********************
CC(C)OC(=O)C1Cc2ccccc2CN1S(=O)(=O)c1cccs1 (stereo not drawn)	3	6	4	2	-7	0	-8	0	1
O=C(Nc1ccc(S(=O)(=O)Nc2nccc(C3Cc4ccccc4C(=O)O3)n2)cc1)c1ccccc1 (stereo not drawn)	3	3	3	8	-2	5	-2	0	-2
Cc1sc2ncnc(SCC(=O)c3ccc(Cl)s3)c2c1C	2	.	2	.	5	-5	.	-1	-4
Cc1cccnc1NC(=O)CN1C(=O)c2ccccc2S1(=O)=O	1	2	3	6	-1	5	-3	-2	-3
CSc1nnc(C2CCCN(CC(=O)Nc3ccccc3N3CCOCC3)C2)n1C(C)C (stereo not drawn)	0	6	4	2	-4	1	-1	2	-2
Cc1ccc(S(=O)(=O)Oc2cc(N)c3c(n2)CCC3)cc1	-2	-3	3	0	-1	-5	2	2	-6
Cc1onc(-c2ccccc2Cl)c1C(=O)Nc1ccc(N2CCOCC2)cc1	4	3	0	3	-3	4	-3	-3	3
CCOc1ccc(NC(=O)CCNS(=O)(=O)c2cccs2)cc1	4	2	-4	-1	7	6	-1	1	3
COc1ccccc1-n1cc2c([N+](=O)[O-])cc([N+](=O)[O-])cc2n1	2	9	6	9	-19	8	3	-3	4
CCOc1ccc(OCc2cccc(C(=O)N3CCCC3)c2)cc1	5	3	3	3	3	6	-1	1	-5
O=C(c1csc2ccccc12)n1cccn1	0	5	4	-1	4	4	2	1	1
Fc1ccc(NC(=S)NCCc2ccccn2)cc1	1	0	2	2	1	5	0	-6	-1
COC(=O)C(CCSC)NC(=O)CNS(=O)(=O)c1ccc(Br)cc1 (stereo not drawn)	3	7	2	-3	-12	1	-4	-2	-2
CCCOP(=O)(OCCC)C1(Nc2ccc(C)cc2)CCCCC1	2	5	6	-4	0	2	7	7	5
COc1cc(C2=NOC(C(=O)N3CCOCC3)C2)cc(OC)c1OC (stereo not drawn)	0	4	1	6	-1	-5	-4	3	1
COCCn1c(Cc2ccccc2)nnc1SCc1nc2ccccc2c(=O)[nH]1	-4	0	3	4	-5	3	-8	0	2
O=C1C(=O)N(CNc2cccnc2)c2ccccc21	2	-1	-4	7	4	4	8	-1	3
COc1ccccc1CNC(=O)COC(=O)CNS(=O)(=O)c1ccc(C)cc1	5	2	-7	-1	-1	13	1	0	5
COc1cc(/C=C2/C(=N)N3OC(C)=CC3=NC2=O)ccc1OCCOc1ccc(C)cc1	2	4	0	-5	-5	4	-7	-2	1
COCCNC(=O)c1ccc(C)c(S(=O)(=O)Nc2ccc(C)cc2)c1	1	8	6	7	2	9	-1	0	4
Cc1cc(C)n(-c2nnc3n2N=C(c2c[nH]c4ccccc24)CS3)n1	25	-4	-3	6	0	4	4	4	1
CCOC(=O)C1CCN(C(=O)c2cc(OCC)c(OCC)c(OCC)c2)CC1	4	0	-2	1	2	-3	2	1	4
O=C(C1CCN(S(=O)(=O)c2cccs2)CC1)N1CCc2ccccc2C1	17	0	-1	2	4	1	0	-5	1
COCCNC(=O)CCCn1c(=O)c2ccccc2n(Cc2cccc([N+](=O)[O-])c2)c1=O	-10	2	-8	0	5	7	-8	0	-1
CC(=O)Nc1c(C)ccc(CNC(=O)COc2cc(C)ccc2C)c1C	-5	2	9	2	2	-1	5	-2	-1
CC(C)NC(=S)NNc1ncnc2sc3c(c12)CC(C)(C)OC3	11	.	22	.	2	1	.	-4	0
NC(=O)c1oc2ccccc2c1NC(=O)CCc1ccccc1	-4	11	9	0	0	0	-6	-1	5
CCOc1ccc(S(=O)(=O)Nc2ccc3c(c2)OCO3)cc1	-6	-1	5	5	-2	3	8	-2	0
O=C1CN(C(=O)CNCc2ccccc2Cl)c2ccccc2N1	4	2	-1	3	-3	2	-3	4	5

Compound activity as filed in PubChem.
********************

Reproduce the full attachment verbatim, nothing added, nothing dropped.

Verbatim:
CC(C)OC(=O)C1Cc2ccccc2CN1S(=O)(=O)c1cccs1 (stereo not drawn)	3	6	4	2	-7	0	-8	0	1
O=C(Nc1ccc(S(=O)(=O)Nc2nccc(C3Cc4ccccc4C(=O)O3)n2)cc1)c1ccccc1 (stereo not drawn)	3	3	3	8	-2	5	-2	0	-2
Cc1sc2ncnc(SCC(=O)c3ccc(Cl)s3)c2c1C	2	.	2	.	5	-5	.	-1	-4
Cc1cccnc1NC(=O)CN1C(=O)c2ccccc2S1(=O)=O	1	2	3	6	-1	5	-3	-2	-3
CSc1nnc(C2CCCN(CC(=O)Nc3ccccc3N3CCOCC3)C2)n1C(C)C (stereo not drawn)	0	6	4	2	-4	1	-1	2	-2
Cc1ccc(S(=O)(=O)Oc2cc(N)c3c(n2)CCC3)cc1	-2	-3	3	0	-1	-5	2	2	-6
Cc1onc(-c2ccccc2Cl)c1C(=O)Nc1ccc(N2CCOCC2)cc1	4	3	0	3	-3	4	-3	-3	3
CCOc1ccc(NC(=O)CCNS(=O)(=O)c2cccs2)cc1	4	2	-4	-1	7	6	-1	1	3
COc1ccccc1-n1cc2c([N+](=O)[O-])cc([N+](=O)[O-])cc2n1	2	9	6	9	-19	8	3	-3	4
CCOc1ccc(OCc2cccc(C(=O)N3CCCC3)c2)cc1	5	3	3	3	3	6	-1	1	-5
O=C(c1csc2ccccc12)n1cccn1	0	5	4	-1	4	4	2	1	1
Fc1ccc(NC(=S)NCCc2ccccn2)cc1	1	0	2	2	1	5	0	-6	-1
COC(=O)C(CCSC)NC(=O)CNS(=O)(=O)c1ccc(Br)cc1 (stereo not drawn)	3	7	2	-3	-12	1	-4	-2	-2
CCCOP(=O)(OCCC)C1(Nc2ccc(C)cc2)CCCCC1	2	5	6	-4	0	2	7	7	5
COc1cc(C2=NOC(C(=O)N3CCOCC3)C2)cc(OC)c1OC (stereo not drawn)	0	4	1	6	-1	-5	-4	3	1
COCCn1c(Cc2ccccc2)nnc1SCc1nc2ccccc2c(=O)[nH]1	-4	0	3	4	-5	3	-8	0	2
O=C1C(=O)N(CNc2cccnc2)c2ccccc21	2	-1	-4	7	4	4	8	-1	3
COc1ccccc1CNC(=O)COC(=O)CNS(=O)(=O)c1ccc(C)cc1	5	2	-7	-1	-1	13	1	0	5
COc1cc(/C=C2/C(=N)N3OC(C)=CC3=NC2=O)ccc1OCCOc1ccc(C)cc1	2	4	0	-5	-5	4	-7	-2	1
COCCNC(=O)c1ccc(C)c(S(=O)(=O)Nc2ccc(C)cc2)c1	1	8	6	7	2	9	-1	0	4
Cc1cc(C)n(-c2nnc3n2N=C(c2c[nH]c4ccccc24)CS3)n1	25	-4	-3	6	0	4	4	4	1
CCOC(=O)C1CCN(C(=O)c2cc(OCC)c(OCC)c(OCC)c2)CC1	4	0	-2	1	2	-3	2	1	4
O=C(C1CCN(S(=O)(=O)c2cccs2)CC1)N1CCc2ccccc2C1	17	0	-1	2	4	1	0	-5	1
COCCNC(=O)CCCn1c(=O)c2ccccc2n(Cc2cccc([N+](=O)[O-])c2)c1=O	-10	2	-8	0	5	7	-8	0	-1
CC(=O)Nc1c(C)ccc(CNC(=O)COc2cc(C)ccc2C)c1C	-5	2	9	2	2	-1	5	-2	-1
CC(C)NC(=S)NNc1ncnc2sc3c(c12)CC(C)(C)OC3	11	.	22	.	2	1	.	-4	0
NC(=O)c1oc2ccccc2c1NC(=O)CCc1ccccc1	-4	11	9	0	0	0	-6	-1	5
CCOc1ccc(S(=O)(=O)Nc2ccc3c(c2)OCO3)cc1	-6	-1	5	5	-2	3	8	-2	0
O=C1CN(C(=O)CNCc2ccccc2Cl)c2ccccc2N1	4	2	-1	3	-3	2	-3	4	5

Compound activity as filed in PubChem.